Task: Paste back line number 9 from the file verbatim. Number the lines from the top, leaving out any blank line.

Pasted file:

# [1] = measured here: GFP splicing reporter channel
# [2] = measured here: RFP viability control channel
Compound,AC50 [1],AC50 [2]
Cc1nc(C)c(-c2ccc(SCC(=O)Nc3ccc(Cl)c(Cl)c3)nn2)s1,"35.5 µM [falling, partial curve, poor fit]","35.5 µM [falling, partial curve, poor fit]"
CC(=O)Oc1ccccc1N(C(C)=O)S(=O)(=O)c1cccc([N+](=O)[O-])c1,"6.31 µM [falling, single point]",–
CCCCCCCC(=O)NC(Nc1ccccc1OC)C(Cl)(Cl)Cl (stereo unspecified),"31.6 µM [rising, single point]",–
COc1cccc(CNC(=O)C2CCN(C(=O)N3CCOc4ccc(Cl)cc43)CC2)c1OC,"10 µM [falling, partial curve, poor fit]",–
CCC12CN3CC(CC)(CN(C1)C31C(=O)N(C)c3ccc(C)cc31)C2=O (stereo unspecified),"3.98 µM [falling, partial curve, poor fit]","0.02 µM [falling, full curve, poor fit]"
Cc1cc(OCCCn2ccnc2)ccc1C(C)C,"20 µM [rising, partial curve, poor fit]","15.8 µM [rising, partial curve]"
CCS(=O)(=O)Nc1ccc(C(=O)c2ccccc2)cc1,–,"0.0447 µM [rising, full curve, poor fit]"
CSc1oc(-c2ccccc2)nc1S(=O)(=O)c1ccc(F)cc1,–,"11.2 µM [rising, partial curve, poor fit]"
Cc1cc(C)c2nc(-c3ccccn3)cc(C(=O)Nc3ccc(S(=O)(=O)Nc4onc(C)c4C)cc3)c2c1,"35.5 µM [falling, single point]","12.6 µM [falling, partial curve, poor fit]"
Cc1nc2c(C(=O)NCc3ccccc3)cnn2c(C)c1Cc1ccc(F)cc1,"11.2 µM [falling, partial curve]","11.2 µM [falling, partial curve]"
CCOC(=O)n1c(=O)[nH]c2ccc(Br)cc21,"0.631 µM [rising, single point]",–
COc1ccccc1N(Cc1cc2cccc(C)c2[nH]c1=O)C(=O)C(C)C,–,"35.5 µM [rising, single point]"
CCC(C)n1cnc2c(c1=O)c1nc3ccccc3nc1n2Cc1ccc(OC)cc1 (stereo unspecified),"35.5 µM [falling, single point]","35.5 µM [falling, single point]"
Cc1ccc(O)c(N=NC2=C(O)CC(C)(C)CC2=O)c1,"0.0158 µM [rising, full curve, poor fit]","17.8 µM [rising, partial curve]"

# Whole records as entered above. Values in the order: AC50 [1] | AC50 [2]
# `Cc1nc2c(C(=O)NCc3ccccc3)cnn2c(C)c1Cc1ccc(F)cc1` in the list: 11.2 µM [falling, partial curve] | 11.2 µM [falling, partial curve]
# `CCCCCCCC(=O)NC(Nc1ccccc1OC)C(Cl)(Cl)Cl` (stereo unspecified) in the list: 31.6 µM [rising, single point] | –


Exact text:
Cc1cc(OCCCn2ccnc2)ccc1C(C)C,"20 µM [rising, partial curve, poor fit]","15.8 µM [rising, partial curve]"